Friday, 22 August 2014


Time to try finding something myself rather than feeding at someone else’s table today. Not a gull but hopefully a wader or raptor. I chose Kurefjorden in Østfold which is at its best at this time of the year. Just before the fjord there is an area of turf fields which in the spring hold Dotterel (boltit) and in the autumn can hold a surprising selection of waders especially if turf has recently been removed leaving exposed mud. Today there were 22 Golden Plover (heilo), 19 Ruff (brushane), 24 Ringed Plover (sandlot), 6 Dunlin (myrsnipe), 4 Lapwing (vipe), a Snipe (enkeltbekkasin) and most surprising a single Little Stint (dvergsnipe). Looked like there may be a few waders around today!

At Kurefjorden the tide was on its way out and the exposed mudflats clearly had waders. In fact there was just shy of 200 Dunlin which is a good count here but annoyingly little else or at least to start with. Then a few different species started to show themselves. Six Knot (polarsnipe) were easy to pick out as were 2 Turnstones (steinvender). Amongst 20 or so Redshank (rødstilk) there were 3 each of Greenshank (gluttsnipe) and Spotted Redshank (sotsnipe). I regularly heard a call I couldn’t quite place but couldn’t locate the bird making it but eventually heard the call and located a flying wader. It landed and revealed a super smart Broad-billed Sandpiper (fjellmyrløper) – my third of the year and all in different counties! As the tide was out the distances were too large for any meaningful photos but I tried...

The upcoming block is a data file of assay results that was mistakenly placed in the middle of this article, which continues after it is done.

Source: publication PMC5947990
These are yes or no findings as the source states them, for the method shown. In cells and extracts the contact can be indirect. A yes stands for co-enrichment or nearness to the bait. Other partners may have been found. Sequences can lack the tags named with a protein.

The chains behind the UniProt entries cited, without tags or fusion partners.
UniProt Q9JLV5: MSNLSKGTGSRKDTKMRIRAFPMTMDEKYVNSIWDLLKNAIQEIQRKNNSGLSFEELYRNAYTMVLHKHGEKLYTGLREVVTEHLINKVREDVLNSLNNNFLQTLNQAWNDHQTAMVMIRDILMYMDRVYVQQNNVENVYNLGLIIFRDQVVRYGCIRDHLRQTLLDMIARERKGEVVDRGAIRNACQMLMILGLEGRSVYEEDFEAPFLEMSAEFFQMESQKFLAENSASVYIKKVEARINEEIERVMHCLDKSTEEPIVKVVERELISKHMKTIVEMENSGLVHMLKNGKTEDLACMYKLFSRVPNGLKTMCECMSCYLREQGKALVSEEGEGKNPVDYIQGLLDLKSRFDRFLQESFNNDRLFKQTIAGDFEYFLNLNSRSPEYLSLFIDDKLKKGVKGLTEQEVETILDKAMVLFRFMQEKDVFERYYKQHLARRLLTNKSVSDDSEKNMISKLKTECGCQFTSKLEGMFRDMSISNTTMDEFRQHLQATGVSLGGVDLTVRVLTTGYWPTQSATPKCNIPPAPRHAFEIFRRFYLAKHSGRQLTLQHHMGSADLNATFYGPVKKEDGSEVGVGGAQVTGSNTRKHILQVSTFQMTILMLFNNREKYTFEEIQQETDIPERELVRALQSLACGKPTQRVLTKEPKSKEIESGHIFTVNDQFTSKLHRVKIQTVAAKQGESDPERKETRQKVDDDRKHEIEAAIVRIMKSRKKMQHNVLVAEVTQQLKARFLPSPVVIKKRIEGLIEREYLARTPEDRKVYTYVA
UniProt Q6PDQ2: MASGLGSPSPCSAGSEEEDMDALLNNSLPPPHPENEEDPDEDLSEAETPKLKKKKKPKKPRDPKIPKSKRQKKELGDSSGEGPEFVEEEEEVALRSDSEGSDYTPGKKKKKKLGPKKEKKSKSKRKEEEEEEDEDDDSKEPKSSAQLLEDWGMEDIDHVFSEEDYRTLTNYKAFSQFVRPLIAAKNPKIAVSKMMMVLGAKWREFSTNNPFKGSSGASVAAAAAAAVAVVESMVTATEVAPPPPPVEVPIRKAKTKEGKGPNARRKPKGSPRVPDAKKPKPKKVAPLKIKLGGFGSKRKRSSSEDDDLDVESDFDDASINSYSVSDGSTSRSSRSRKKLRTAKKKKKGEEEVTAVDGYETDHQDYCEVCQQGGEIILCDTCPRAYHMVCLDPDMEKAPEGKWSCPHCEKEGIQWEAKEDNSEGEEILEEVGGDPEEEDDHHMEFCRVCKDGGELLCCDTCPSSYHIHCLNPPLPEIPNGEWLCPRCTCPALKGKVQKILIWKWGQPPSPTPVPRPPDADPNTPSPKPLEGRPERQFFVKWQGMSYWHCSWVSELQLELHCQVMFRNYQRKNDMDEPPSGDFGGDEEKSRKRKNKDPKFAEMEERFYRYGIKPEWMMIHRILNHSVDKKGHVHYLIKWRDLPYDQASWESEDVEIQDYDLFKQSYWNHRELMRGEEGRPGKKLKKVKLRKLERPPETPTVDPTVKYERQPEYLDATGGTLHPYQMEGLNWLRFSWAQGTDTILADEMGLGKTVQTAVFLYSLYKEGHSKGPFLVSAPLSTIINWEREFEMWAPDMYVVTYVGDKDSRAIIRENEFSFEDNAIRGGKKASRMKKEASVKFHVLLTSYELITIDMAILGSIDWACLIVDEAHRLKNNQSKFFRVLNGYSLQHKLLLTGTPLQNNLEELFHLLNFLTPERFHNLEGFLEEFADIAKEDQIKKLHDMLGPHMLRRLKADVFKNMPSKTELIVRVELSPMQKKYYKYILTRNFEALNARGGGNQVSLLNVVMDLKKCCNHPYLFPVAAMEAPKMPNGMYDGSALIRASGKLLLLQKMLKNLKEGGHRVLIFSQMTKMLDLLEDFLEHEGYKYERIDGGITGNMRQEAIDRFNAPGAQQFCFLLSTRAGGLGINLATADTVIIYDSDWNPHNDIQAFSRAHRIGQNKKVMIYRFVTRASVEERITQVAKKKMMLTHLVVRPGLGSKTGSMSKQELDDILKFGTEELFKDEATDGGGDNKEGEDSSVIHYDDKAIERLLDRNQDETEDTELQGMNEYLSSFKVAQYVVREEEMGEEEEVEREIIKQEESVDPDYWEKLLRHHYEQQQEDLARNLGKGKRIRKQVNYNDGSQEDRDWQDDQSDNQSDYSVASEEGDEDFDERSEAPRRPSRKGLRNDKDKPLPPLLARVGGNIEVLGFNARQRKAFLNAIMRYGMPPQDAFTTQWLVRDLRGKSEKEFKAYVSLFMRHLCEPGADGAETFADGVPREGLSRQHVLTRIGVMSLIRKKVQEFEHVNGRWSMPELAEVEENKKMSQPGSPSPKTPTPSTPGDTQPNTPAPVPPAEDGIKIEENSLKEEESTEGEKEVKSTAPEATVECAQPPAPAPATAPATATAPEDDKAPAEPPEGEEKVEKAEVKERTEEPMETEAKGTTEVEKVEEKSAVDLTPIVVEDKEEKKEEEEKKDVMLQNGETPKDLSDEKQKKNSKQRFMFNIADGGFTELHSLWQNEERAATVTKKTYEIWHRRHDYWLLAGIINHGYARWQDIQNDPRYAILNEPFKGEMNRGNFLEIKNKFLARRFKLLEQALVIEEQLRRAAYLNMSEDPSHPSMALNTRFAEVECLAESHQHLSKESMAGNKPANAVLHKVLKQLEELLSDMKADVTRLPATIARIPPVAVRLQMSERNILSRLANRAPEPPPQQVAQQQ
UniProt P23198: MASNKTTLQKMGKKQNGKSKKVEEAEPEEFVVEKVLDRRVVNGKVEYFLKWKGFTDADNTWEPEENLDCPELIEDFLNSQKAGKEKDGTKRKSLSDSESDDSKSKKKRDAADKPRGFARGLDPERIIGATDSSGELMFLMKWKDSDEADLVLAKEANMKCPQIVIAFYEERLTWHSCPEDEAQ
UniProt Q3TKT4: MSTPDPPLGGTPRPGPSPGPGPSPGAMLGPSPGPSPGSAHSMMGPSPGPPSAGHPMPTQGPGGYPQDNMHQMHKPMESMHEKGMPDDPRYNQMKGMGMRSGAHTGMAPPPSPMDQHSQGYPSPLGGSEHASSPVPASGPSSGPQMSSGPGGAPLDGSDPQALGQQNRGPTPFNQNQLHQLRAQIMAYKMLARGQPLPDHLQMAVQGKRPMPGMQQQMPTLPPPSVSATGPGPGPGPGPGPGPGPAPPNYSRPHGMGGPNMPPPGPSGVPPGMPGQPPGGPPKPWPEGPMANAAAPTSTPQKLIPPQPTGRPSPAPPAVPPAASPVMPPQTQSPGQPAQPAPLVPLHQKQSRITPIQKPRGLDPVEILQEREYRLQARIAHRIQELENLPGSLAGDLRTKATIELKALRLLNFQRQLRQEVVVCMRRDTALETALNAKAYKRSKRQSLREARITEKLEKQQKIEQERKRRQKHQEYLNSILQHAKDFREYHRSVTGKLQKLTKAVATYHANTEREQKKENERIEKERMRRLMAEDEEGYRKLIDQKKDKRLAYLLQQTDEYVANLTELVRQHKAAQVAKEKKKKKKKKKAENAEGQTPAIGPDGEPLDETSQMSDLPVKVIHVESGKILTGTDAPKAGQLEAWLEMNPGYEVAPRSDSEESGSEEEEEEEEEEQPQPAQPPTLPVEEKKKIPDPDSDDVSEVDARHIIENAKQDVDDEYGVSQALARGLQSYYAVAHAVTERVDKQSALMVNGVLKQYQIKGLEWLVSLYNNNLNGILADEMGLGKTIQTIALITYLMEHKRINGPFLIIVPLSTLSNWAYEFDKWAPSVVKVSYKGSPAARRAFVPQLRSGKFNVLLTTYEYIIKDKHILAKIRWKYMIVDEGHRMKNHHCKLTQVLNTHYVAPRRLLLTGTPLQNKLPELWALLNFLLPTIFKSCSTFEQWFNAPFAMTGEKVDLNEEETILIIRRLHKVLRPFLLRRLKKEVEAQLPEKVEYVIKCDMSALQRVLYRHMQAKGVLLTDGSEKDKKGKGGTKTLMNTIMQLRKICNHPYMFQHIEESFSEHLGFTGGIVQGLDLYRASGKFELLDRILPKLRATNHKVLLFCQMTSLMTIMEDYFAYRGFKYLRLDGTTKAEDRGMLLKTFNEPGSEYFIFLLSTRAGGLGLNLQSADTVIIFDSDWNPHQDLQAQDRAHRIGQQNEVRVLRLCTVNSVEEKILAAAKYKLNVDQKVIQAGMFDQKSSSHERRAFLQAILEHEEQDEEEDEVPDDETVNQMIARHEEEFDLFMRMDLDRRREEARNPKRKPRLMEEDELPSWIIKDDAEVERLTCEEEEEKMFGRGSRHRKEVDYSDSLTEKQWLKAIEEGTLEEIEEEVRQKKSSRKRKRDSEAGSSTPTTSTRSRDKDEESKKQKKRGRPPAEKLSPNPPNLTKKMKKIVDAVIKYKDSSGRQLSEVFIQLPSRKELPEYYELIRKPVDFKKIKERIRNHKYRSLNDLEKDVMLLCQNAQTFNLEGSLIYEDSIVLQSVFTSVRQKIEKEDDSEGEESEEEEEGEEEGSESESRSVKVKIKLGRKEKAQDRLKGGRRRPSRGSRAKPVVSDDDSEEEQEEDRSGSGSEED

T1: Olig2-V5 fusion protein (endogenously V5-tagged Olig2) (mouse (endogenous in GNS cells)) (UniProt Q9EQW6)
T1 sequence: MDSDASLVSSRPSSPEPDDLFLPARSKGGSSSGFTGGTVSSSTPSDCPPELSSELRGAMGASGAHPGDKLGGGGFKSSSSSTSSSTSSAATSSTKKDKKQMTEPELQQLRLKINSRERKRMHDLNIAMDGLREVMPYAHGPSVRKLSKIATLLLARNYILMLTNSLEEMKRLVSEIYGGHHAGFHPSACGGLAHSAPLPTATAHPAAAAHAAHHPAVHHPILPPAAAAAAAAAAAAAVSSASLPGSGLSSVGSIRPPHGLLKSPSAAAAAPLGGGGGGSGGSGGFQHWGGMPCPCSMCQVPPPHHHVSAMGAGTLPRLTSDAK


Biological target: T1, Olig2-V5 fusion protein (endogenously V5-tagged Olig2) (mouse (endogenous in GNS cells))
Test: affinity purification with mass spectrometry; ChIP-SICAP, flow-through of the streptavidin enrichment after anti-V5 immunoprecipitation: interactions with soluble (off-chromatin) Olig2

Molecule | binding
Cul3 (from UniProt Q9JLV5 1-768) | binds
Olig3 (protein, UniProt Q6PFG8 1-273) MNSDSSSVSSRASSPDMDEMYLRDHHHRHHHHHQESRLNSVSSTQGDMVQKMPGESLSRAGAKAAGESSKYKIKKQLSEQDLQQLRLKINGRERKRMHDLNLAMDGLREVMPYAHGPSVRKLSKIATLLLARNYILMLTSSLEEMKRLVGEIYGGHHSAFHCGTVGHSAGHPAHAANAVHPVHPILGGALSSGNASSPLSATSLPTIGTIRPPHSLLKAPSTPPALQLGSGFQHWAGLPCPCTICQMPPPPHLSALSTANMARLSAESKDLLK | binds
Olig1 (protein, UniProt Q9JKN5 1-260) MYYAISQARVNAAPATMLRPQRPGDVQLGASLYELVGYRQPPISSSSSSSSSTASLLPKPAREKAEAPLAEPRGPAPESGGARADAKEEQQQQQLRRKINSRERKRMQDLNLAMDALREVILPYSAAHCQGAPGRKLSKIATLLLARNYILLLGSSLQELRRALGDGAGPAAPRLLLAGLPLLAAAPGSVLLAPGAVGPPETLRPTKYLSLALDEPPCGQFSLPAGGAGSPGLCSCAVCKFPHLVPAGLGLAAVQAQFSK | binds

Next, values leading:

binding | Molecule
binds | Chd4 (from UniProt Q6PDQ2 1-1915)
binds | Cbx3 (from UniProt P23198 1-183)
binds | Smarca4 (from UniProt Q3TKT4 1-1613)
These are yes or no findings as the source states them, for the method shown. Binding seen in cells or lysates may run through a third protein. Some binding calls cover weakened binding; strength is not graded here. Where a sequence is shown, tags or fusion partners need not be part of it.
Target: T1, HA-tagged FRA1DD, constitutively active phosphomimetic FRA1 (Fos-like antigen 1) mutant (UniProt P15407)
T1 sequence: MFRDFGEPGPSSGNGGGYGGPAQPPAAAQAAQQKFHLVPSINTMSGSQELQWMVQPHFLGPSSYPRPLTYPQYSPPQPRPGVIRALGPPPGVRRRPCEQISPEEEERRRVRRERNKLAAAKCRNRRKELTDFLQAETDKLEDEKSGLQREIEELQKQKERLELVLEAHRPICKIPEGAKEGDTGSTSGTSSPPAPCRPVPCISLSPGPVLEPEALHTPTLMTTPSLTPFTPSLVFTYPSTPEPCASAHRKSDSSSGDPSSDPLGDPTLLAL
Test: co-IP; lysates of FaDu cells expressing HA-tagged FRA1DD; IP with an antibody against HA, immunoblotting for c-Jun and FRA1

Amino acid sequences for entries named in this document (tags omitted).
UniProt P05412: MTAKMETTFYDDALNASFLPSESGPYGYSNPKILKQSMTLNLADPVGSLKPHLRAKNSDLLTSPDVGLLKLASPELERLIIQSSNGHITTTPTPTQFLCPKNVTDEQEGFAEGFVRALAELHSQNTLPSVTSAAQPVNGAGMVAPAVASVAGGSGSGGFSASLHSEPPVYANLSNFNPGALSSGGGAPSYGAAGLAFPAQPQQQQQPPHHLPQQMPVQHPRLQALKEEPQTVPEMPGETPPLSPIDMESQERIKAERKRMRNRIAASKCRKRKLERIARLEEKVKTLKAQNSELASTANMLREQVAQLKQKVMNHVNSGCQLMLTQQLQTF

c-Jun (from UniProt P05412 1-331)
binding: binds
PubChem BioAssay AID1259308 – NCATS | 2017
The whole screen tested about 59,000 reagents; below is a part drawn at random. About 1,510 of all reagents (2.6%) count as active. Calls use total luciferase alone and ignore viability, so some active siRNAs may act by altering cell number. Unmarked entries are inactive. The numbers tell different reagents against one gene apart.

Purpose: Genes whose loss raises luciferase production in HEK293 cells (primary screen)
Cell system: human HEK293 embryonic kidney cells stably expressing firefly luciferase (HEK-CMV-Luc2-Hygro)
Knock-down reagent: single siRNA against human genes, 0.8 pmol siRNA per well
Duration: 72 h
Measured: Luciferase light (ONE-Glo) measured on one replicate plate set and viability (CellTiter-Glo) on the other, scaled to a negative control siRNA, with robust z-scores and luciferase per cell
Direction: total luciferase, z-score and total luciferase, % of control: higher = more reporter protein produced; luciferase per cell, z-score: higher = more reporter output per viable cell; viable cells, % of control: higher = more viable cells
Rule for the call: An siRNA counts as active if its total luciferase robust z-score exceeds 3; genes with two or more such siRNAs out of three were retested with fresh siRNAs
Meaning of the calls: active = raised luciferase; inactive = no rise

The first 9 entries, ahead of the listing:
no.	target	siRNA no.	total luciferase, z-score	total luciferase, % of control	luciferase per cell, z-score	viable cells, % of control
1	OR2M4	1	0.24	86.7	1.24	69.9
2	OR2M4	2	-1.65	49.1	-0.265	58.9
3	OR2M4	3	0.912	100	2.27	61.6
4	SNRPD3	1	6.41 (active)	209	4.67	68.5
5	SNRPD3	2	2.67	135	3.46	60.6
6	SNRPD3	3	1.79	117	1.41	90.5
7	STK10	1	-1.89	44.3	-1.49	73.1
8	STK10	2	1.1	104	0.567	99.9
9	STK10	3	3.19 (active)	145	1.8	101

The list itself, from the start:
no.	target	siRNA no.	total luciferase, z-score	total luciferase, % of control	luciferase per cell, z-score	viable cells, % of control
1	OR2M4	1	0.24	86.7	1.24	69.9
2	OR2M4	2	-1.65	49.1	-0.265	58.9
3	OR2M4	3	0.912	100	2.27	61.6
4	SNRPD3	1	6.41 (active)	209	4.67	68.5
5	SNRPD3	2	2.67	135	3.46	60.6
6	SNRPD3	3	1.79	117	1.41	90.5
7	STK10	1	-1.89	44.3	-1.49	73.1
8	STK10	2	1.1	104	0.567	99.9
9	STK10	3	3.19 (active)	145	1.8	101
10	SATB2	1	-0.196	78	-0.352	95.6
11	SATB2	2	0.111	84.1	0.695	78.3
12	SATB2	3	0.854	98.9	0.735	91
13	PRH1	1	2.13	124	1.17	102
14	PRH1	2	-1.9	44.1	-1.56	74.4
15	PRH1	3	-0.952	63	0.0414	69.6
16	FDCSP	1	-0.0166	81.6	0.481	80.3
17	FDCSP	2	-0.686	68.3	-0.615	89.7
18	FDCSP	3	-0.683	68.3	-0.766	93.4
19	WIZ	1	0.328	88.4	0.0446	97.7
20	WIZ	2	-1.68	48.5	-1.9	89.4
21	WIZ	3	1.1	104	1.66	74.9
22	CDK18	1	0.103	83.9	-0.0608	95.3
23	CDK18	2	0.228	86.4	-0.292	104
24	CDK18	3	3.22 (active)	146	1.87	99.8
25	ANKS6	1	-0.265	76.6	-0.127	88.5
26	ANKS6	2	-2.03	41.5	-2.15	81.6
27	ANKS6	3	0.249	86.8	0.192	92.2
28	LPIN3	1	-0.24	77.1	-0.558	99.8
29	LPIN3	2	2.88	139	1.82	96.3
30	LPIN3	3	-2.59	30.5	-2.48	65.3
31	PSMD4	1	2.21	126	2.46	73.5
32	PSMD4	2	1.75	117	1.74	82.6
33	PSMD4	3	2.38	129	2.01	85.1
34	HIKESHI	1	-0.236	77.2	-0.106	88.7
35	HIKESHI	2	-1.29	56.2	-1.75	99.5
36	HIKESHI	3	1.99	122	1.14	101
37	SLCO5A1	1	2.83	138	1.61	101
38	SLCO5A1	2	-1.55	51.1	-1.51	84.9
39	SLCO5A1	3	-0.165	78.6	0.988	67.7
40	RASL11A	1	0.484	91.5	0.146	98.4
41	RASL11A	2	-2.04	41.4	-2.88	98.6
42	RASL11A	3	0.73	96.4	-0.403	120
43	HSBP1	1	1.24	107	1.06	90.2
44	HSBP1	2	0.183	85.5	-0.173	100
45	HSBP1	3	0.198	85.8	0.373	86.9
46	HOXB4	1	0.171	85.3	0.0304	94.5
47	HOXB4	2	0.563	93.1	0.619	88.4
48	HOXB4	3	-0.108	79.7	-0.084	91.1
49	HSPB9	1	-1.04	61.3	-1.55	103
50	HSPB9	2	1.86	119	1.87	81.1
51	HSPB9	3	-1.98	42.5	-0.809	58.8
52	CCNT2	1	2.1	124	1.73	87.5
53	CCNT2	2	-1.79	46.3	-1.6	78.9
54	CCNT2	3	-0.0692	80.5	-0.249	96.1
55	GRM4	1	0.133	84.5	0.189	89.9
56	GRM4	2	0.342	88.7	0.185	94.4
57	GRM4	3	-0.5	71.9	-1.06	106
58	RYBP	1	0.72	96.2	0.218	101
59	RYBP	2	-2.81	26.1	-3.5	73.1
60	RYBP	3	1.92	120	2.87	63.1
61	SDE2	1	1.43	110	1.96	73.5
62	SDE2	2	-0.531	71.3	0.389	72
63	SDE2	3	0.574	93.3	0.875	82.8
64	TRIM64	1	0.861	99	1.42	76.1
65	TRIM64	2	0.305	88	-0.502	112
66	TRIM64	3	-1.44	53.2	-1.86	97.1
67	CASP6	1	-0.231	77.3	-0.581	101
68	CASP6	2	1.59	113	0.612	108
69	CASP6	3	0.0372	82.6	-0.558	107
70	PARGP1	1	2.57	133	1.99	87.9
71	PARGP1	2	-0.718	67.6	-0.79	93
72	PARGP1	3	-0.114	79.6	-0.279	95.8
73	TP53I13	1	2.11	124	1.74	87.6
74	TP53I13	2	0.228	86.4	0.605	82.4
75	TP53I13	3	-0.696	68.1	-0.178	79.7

In a field behind the mudflats a late Quail (vaktel) was singing regularly until the heavens opened. The rain kept raptors grounded except for a single Osprey (fiskeørn). Out over the water there were at least 40 Common Terns (Makrellterne) feeding the majority of which were very vocal youngsters suggesting that here at least there has been a good although late breeding season for a bird which is declining alarmingly fast.
can you see what it is?

...juvenile Broad-billed Sandpiper

some of the Dunlin flock

here a couple of Knot with the Dunlin, an adult (right) and a juvenile

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